Before we move on, a final thought on Paul D and his whole tin box deal: if Paul D's "heart" is an object, then that kind of means Paul D is an object himself. That means that he may not view himself as human as much as something that other people can use. How could he? Since Sweet Home, he's seen told that he's only partially human in the eyes of all the white landowners he's met.
Maybe that's why it's so easy for Beloved to move him all over the house (and even have sex with him) without his input. Not to excuse Paul D completely, but by linking Paul D to a metaphoric object, Morrison allows us to sympathize with the guy, even though we probably aren't all that excited about his actions.
After all, if he can't even control his heart, how can he control his actions?
Beloved's narrations are on a whole different level stylistically: they're about as close to imagistic play as Morrison gets in the book. Translation: a bunch of images get all mixed together in order to create an overall mood or feel.
How does Morrison's writing style get you to feel so gloomy about Beloved? With those non-punctuated sentences that feel more like poetry than prose. Here's a classic sampling of Chapter 22:
some who eat nasty themselves I do not eat we have none at night I cannot see the dead man on my face daylight comes through the cracks and I can see his locked eyes I am not big small rats do not wait for us to sleep someone is thrashing but there is no room to do it in if we had more to drink we could make tears (22.210)
How do we attack this style of writing? Well, first things first—no attacking.
Instead, think of this section like a really intense session of flow yoga. Try to go through the motions of reading it over and over again without stopping (except for a few occasional, breathy pauses). The more you get sucked into the smooth, natural rhythm of Beloved's speech, the more you might feel the lull of a ship undergoing the arduous journey of the Middle Passage. And that's more or less the setting for Beloved's memories at this point.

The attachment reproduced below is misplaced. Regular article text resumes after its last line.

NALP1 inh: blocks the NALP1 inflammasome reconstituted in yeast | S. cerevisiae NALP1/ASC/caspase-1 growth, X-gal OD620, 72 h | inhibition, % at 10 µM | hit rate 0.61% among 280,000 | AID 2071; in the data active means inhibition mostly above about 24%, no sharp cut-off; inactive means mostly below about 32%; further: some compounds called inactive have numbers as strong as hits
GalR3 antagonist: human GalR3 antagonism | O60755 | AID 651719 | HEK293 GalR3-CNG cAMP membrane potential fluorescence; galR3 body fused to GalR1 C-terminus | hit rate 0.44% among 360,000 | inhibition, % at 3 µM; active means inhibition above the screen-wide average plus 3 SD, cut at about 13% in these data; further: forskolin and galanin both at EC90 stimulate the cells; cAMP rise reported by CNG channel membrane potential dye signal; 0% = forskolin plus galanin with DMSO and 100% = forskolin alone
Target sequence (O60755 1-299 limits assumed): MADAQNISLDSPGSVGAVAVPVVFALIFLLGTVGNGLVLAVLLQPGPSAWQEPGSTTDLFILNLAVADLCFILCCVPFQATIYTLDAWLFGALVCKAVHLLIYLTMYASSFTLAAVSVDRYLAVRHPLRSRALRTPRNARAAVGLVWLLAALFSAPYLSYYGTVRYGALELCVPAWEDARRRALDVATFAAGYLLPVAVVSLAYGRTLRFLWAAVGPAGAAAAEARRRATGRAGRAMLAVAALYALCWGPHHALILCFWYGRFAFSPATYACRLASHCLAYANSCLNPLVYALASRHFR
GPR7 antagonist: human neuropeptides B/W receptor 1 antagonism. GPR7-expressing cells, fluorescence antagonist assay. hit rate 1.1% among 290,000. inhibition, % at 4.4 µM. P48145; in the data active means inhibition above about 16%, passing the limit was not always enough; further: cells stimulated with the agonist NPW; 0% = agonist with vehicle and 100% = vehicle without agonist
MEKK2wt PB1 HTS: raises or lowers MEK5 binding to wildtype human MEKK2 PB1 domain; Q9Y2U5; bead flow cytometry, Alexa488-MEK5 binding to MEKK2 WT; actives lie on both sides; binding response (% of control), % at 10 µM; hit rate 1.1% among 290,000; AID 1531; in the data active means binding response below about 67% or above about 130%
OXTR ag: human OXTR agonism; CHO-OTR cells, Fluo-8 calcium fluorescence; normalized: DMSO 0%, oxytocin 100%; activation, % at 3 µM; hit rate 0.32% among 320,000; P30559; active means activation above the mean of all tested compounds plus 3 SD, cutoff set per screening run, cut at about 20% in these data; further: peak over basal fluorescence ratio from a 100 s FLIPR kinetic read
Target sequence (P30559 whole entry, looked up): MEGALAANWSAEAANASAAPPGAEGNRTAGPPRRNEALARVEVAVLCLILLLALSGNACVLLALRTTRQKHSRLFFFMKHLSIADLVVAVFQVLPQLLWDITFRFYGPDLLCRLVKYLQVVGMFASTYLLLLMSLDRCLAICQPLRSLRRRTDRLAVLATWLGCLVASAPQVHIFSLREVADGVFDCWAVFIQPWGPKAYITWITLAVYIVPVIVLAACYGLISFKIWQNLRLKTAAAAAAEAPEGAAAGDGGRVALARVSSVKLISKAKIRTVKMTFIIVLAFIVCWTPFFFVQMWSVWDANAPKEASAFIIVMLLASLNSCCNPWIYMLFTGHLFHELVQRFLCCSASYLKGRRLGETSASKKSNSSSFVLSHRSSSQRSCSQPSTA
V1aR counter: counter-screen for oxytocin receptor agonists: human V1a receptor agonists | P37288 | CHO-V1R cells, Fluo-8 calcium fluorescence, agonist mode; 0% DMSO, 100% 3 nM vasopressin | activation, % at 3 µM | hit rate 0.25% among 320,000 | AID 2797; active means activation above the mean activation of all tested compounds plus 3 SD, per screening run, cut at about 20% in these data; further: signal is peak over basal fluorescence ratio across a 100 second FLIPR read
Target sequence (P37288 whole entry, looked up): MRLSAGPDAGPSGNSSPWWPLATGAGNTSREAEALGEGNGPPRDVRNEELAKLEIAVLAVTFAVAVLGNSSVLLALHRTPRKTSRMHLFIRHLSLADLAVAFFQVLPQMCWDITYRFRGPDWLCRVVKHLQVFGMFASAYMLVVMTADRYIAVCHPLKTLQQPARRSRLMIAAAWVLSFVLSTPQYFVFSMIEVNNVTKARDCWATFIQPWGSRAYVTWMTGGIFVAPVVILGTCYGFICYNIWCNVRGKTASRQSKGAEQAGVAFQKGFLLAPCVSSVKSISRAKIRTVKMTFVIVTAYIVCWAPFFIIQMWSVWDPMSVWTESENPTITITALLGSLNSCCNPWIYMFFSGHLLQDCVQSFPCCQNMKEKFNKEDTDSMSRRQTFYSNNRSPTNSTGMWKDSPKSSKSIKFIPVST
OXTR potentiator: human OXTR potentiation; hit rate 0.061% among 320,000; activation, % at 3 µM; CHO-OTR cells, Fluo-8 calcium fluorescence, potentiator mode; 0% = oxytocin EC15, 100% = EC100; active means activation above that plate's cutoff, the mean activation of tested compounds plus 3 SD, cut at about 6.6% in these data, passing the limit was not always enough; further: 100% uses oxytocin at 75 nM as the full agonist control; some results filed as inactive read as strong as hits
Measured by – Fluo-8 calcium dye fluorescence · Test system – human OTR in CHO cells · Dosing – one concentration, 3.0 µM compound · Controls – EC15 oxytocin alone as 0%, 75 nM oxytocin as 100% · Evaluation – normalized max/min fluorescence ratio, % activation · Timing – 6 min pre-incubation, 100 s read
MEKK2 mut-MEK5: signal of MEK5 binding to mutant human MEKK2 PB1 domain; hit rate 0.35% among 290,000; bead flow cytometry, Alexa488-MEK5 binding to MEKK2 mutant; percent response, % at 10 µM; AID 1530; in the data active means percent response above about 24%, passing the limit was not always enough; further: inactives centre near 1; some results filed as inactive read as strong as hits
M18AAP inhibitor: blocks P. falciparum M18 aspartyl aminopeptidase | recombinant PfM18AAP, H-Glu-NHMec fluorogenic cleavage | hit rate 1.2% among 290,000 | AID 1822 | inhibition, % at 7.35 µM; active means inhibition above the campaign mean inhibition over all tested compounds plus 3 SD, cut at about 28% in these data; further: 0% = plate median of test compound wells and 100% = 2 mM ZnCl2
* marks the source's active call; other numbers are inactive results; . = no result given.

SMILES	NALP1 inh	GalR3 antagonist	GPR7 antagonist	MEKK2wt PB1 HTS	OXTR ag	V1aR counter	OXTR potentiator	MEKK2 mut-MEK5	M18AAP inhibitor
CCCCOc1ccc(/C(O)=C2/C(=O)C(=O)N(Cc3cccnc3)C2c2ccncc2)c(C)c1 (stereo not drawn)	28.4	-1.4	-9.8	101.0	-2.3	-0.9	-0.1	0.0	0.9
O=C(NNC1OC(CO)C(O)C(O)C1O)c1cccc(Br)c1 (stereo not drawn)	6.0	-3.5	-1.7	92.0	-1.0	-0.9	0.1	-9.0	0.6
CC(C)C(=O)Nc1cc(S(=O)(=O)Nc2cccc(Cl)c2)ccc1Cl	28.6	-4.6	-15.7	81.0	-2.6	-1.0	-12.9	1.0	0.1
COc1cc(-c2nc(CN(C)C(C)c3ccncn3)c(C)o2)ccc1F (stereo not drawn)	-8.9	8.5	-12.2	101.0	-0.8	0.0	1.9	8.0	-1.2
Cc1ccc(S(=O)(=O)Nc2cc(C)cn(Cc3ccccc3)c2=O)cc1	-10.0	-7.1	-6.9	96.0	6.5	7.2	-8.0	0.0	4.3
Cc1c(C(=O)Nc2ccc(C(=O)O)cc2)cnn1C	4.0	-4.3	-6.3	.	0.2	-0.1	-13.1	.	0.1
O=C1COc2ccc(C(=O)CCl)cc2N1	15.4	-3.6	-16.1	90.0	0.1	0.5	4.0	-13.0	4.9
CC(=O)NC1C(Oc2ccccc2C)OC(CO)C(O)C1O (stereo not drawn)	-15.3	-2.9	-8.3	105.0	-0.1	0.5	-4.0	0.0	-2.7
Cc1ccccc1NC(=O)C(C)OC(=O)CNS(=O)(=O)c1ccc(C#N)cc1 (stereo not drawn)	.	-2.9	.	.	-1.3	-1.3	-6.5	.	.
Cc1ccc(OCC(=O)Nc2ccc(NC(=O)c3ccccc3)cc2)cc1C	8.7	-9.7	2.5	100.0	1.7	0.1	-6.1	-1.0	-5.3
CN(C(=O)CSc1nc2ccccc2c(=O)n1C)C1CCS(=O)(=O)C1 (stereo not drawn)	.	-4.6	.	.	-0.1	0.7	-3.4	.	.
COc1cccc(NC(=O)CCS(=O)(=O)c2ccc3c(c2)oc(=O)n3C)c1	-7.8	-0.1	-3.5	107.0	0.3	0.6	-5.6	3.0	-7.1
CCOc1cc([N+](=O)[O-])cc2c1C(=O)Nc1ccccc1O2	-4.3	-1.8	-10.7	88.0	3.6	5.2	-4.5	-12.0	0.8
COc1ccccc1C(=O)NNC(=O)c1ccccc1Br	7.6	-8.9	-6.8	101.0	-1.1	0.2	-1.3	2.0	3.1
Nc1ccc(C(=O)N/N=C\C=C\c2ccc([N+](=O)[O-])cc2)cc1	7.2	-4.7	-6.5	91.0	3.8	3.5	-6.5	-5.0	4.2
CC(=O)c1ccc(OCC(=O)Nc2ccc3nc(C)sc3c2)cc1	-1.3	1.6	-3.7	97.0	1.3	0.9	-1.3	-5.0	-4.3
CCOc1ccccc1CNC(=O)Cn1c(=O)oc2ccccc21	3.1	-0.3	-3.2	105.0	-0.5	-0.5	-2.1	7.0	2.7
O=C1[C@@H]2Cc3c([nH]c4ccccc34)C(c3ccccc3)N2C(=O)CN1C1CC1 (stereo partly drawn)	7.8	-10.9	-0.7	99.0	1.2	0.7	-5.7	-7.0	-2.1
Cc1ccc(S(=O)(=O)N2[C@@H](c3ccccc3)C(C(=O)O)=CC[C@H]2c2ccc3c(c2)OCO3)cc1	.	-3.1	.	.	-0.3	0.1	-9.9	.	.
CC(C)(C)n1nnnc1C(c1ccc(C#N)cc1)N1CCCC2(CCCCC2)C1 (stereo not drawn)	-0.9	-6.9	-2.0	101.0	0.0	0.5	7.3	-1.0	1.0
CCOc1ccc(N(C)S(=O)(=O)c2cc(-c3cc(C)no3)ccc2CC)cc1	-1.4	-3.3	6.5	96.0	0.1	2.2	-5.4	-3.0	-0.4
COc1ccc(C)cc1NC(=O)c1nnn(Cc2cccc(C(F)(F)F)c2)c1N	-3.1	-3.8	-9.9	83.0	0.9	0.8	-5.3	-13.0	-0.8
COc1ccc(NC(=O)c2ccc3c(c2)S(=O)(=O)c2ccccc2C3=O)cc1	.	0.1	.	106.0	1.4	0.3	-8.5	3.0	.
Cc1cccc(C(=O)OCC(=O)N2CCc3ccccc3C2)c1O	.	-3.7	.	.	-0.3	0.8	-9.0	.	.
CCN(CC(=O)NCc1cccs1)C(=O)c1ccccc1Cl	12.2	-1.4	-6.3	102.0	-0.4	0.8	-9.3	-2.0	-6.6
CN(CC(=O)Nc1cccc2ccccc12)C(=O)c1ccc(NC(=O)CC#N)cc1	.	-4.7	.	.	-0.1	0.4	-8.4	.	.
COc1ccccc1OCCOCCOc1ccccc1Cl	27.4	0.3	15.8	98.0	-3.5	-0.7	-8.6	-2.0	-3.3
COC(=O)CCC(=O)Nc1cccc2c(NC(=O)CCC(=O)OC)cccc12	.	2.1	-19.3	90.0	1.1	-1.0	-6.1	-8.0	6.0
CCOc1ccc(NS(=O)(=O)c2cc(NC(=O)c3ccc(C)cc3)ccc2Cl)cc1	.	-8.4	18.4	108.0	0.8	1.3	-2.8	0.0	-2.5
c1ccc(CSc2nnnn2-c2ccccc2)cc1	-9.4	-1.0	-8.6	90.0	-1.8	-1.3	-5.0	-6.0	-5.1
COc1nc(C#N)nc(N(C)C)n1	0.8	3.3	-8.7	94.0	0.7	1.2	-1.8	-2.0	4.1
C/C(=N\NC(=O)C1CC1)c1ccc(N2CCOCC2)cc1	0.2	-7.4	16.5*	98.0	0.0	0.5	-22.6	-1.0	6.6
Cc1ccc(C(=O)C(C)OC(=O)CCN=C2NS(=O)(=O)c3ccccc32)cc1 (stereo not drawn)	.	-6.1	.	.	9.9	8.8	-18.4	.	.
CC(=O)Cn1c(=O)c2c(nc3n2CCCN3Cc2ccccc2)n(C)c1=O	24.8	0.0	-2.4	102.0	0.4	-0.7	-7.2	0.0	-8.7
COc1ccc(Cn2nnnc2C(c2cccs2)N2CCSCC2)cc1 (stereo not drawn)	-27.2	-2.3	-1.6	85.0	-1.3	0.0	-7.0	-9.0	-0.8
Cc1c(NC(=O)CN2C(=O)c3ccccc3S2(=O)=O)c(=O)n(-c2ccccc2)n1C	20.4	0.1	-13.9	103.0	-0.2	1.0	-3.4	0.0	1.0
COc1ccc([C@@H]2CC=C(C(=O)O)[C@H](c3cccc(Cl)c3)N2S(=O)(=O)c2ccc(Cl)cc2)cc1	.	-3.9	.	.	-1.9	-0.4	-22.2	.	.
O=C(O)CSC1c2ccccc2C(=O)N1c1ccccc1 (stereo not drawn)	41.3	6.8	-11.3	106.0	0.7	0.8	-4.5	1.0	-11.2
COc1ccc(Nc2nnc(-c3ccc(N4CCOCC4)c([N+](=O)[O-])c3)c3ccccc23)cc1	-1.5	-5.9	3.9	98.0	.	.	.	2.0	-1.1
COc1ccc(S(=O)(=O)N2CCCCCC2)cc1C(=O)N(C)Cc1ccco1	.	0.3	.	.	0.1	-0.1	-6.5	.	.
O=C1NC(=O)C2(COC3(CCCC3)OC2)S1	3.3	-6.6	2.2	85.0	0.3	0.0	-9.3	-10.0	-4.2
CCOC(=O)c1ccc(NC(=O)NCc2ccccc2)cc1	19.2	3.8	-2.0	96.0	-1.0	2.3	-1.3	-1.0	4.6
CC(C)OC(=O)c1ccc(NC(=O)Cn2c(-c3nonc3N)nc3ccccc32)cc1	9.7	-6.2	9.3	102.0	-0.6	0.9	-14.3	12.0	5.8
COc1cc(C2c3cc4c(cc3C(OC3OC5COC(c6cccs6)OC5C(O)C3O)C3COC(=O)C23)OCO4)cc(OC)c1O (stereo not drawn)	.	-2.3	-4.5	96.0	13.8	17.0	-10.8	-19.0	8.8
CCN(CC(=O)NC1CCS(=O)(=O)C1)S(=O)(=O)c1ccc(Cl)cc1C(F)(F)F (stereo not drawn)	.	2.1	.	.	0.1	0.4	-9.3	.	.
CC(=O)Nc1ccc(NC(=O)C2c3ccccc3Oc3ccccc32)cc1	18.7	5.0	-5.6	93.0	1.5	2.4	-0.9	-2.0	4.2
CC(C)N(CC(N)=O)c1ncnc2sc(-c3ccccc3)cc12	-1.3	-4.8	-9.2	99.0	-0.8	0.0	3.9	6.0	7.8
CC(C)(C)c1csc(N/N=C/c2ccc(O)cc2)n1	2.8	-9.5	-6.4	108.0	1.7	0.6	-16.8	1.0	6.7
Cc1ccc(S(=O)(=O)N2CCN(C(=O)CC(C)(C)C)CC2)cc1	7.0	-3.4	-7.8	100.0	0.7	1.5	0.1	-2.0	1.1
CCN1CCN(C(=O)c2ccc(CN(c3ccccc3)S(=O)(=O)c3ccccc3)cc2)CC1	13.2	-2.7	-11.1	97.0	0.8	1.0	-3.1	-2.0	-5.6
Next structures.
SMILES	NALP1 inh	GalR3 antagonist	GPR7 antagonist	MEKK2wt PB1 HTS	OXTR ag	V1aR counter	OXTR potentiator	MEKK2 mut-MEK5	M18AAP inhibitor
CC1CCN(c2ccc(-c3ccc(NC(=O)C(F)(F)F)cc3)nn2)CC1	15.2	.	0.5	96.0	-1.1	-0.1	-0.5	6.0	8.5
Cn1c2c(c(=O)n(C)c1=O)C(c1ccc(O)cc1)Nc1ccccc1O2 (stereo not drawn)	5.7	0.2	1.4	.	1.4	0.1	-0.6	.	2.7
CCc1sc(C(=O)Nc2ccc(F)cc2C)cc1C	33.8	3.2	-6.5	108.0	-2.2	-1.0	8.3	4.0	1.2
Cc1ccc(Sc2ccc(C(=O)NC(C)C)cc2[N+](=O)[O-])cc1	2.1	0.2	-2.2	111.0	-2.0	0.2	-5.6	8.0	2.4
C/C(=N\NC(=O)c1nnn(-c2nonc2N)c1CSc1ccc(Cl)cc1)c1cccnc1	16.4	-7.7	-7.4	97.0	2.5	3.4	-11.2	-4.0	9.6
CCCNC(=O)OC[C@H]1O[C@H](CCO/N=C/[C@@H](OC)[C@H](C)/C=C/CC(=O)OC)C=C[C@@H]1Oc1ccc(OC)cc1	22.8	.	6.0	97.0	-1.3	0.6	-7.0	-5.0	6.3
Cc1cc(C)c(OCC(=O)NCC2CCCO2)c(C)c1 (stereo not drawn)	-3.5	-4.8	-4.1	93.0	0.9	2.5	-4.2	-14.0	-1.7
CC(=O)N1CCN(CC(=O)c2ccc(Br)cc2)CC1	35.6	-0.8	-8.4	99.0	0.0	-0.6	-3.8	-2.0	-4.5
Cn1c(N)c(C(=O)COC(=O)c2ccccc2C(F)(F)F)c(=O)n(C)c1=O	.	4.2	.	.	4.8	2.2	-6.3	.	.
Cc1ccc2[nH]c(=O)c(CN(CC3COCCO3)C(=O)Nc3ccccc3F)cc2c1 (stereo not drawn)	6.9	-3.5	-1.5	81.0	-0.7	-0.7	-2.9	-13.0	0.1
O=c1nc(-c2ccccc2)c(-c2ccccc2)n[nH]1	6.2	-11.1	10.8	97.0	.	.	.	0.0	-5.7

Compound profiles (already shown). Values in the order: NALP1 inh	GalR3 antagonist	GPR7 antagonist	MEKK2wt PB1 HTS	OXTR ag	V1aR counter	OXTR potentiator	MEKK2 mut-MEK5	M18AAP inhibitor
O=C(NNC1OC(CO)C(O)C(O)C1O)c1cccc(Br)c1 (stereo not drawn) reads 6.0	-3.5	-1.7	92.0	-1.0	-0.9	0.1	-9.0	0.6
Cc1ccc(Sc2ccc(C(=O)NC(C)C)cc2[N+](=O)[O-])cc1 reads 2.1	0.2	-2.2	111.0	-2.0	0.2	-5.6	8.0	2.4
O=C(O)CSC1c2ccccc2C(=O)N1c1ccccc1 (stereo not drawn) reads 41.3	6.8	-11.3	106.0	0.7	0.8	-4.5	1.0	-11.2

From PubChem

We can also think of Morrison's writing like an impressionist painting. If you read Chapter 22 not for its details but for its overall feel, you'll get what amounts to a Monet painting: an impression of the overall scene. And that can be pretty valuable.
As you read Chapter 22, think about how Beloved's narration is like a repository for the broader historical memories of the Middle Passage. Which, by the way, Beloved—the baby girl—could have never been through to actually remember.
Beloved's character lacks the typical boundaries of a real, human character like Sethe or Paul D, both of whom are bounded by space (Sweet Home and 124) and time (the 1850s and the 1870s). Beloved, on the other hand, allows Morrison all sorts of poetic license. She can turn Beloved into this almost mythical being who can recall experiences and memories far beyond the grasp of a real baby girl in the 1850s or a young adult in the1870s.
To capture that feeling of unboundedness in Beloved's consciousness, Morrison uses those long, unpunctuated (and therefore unending) "sentences" so that a historical consciousness—one full of tragedy, death, brutality and loss—can start to seep into our understanding of Beloved's fixation on and need for Sethe.
Here's our final Shmoop takeaway on Morrison's style: it can change quite a bit, but for good reasons. Her stylistic experiments aren't just there to trip you up; they help you get a solid feel for each of her characters and how they think.
Also, it's just straight up beautiful:
There is a loneliness that can be rocked. Arms crossed, knees drawn up; holding, holding on, this motion, unlike a ship's, smooths and contains the rocker. It's an inside kind—wrapped tight like skin. Then there is a loneliness that roams. No rocking can hold it down. It is alive, on its own. A dry and spreading thing that makes the sound of one's own feet going seem to come from a far-off place.